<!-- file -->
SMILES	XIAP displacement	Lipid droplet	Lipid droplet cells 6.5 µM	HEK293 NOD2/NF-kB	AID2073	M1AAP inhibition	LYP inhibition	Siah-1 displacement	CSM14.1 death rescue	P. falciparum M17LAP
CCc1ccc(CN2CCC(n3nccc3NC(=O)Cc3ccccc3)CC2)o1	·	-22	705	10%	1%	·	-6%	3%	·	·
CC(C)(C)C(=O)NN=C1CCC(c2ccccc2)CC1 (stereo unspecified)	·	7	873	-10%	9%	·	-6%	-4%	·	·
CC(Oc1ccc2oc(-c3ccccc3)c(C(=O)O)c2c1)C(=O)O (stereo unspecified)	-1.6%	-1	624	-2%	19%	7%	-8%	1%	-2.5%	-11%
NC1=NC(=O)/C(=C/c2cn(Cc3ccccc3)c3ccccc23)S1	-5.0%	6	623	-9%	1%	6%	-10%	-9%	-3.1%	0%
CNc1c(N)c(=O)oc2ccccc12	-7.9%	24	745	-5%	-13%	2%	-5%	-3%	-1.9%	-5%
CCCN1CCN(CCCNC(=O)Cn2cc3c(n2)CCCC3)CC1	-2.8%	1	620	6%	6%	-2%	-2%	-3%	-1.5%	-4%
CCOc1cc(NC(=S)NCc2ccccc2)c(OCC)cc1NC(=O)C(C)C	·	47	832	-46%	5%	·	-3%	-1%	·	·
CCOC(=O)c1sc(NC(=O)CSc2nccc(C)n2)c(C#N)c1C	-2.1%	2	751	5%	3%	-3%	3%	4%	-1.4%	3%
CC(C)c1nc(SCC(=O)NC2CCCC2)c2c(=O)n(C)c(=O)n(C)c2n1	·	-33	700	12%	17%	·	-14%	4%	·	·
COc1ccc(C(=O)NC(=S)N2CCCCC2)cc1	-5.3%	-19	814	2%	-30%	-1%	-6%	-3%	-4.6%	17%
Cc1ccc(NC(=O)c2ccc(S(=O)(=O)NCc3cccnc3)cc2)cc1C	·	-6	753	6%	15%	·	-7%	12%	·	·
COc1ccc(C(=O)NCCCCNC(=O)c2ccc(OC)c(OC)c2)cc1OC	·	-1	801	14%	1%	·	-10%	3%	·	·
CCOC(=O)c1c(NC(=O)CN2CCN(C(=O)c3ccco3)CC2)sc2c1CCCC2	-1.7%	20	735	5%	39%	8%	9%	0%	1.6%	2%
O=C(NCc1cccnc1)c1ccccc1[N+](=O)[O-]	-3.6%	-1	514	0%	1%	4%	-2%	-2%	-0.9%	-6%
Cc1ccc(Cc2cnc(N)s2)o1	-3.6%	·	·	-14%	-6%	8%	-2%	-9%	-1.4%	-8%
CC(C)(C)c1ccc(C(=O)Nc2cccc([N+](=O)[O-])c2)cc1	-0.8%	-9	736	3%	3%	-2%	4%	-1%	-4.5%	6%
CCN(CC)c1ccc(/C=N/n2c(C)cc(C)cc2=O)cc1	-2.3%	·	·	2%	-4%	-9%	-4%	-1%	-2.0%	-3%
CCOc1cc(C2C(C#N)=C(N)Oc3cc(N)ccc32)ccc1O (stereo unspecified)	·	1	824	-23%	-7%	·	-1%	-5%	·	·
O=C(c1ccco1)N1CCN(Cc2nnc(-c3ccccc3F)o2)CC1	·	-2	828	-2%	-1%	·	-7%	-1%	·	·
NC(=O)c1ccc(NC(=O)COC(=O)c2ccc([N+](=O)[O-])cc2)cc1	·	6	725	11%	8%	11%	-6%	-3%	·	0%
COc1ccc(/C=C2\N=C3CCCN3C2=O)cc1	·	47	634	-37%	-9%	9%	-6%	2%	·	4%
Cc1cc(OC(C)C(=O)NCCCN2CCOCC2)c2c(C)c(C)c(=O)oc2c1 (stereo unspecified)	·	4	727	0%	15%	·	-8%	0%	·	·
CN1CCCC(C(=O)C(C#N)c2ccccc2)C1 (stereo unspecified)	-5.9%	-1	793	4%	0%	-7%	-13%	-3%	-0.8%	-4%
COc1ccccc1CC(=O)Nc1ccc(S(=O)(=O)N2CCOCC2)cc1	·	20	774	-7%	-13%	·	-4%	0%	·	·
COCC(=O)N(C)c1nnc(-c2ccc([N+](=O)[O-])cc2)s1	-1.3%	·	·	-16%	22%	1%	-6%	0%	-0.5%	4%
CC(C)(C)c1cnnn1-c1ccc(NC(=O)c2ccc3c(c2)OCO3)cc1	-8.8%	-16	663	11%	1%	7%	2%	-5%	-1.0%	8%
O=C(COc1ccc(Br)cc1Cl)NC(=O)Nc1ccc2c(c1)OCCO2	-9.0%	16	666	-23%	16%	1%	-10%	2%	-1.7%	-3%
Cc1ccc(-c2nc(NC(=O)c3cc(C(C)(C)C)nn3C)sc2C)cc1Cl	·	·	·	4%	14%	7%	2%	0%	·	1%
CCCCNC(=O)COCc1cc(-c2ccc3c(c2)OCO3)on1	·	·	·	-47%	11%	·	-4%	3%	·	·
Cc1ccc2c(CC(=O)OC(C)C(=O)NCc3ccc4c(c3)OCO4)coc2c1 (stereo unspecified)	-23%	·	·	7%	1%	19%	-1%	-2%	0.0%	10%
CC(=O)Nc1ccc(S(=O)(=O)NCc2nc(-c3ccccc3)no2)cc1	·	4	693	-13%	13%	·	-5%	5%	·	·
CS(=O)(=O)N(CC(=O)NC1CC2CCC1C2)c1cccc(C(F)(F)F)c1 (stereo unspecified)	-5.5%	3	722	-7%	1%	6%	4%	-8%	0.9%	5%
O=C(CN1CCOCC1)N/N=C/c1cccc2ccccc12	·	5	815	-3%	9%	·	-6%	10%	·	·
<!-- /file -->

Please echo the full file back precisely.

SMILES	XIAP displacement	Lipid droplet	Lipid droplet cells 6.5 µM	HEK293 NOD2/NF-kB	AID2073	M1AAP inhibition	LYP inhibition	Siah-1 displacement	CSM14.1 death rescue	P. falciparum M17LAP
CCc1ccc(CN2CCC(n3nccc3NC(=O)Cc3ccccc3)CC2)o1	·	-22	705	10%	1%	·	-6%	3%	·	·
CC(C)(C)C(=O)NN=C1CCC(c2ccccc2)CC1 (stereo unspecified)	·	7	873	-10%	9%	·	-6%	-4%	·	·
CC(Oc1ccc2oc(-c3ccccc3)c(C(=O)O)c2c1)C(=O)O (stereo unspecified)	-1.6%	-1	624	-2%	19%	7%	-8%	1%	-2.5%	-11%
NC1=NC(=O)/C(=C/c2cn(Cc3ccccc3)c3ccccc23)S1	-5.0%	6	623	-9%	1%	6%	-10%	-9%	-3.1%	0%
CNc1c(N)c(=O)oc2ccccc12	-7.9%	24	745	-5%	-13%	2%	-5%	-3%	-1.9%	-5%
CCCN1CCN(CCCNC(=O)Cn2cc3c(n2)CCCC3)CC1	-2.8%	1	620	6%	6%	-2%	-2%	-3%	-1.5%	-4%
CCOc1cc(NC(=S)NCc2ccccc2)c(OCC)cc1NC(=O)C(C)C	·	47	832	-46%	5%	·	-3%	-1%	·	·
CCOC(=O)c1sc(NC(=O)CSc2nccc(C)n2)c(C#N)c1C	-2.1%	2	751	5%	3%	-3%	3%	4%	-1.4%	3%
CC(C)c1nc(SCC(=O)NC2CCCC2)c2c(=O)n(C)c(=O)n(C)c2n1	·	-33	700	12%	17%	·	-14%	4%	·	·
COc1ccc(C(=O)NC(=S)N2CCCCC2)cc1	-5.3%	-19	814	2%	-30%	-1%	-6%	-3%	-4.6%	17%
Cc1ccc(NC(=O)c2ccc(S(=O)(=O)NCc3cccnc3)cc2)cc1C	·	-6	753	6%	15%	·	-7%	12%	·	·
COc1ccc(C(=O)NCCCCNC(=O)c2ccc(OC)c(OC)c2)cc1OC	·	-1	801	14%	1%	·	-10%	3%	·	·
CCOC(=O)c1c(NC(=O)CN2CCN(C(=O)c3ccco3)CC2)sc2c1CCCC2	-1.7%	20	735	5%	39%	8%	9%	0%	1.6%	2%
O=C(NCc1cccnc1)c1ccccc1[N+](=O)[O-]	-3.6%	-1	514	0%	1%	4%	-2%	-2%	-0.9%	-6%
Cc1ccc(Cc2cnc(N)s2)o1	-3.6%	·	·	-14%	-6%	8%	-2%	-9%	-1.4%	-8%
CC(C)(C)c1ccc(C(=O)Nc2cccc([N+](=O)[O-])c2)cc1	-0.8%	-9	736	3%	3%	-2%	4%	-1%	-4.5%	6%
CCN(CC)c1ccc(/C=N/n2c(C)cc(C)cc2=O)cc1	-2.3%	·	·	2%	-4%	-9%	-4%	-1%	-2.0%	-3%
CCOc1cc(C2C(C#N)=C(N)Oc3cc(N)ccc32)ccc1O (stereo unspecified)	·	1	824	-23%	-7%	·	-1%	-5%	·	·
O=C(c1ccco1)N1CCN(Cc2nnc(-c3ccccc3F)o2)CC1	·	-2	828	-2%	-1%	·	-7%	-1%	·	·
NC(=O)c1ccc(NC(=O)COC(=O)c2ccc([N+](=O)[O-])cc2)cc1	·	6	725	11%	8%	11%	-6%	-3%	·	0%
COc1ccc(/C=C2\N=C3CCCN3C2=O)cc1	·	47	634	-37%	-9%	9%	-6%	2%	·	4%
Cc1cc(OC(C)C(=O)NCCCN2CCOCC2)c2c(C)c(C)c(=O)oc2c1 (stereo unspecified)	·	4	727	0%	15%	·	-8%	0%	·	·
CN1CCCC(C(=O)C(C#N)c2ccccc2)C1 (stereo unspecified)	-5.9%	-1	793	4%	0%	-7%	-13%	-3%	-0.8%	-4%
COc1ccccc1CC(=O)Nc1ccc(S(=O)(=O)N2CCOCC2)cc1	·	20	774	-7%	-13%	·	-4%	0%	·	·
COCC(=O)N(C)c1nnc(-c2ccc([N+](=O)[O-])cc2)s1	-1.3%	·	·	-16%	22%	1%	-6%	0%	-0.5%	4%
CC(C)(C)c1cnnn1-c1ccc(NC(=O)c2ccc3c(c2)OCO3)cc1	-8.8%	-16	663	11%	1%	7%	2%	-5%	-1.0%	8%
O=C(COc1ccc(Br)cc1Cl)NC(=O)Nc1ccc2c(c1)OCCO2	-9.0%	16	666	-23%	16%	1%	-10%	2%	-1.7%	-3%
Cc1ccc(-c2nc(NC(=O)c3cc(C(C)(C)C)nn3C)sc2C)cc1Cl	·	·	·	4%	14%	7%	2%	0%	·	1%
CCCCNC(=O)COCc1cc(-c2ccc3c(c2)OCO3)on1	·	·	·	-47%	11%	·	-4%	3%	·	·
Cc1ccc2c(CC(=O)OC(C)C(=O)NCc3ccc4c(c3)OCO4)coc2c1 (stereo unspecified)	-23%	·	·	7%	1%	19%	-1%	-2%	0.0%	10%
CC(=O)Nc1ccc(S(=O)(=O)NCc2nc(-c3ccccc3)no2)cc1	·	4	693	-13%	13%	·	-5%	5%	·	·
CS(=O)(=O)N(CC(=O)NC1CC2CCC1C2)c1cccc(C(F)(F)F)c1 (stereo unspecified)	-5.5%	3	722	-7%	1%	6%	4%	-8%	0.9%	5%
O=C(CN1CCOCC1)N/N=C/c1cccc2ccccc12	·	5	815	-3%	9%	·	-6%	10%	·	·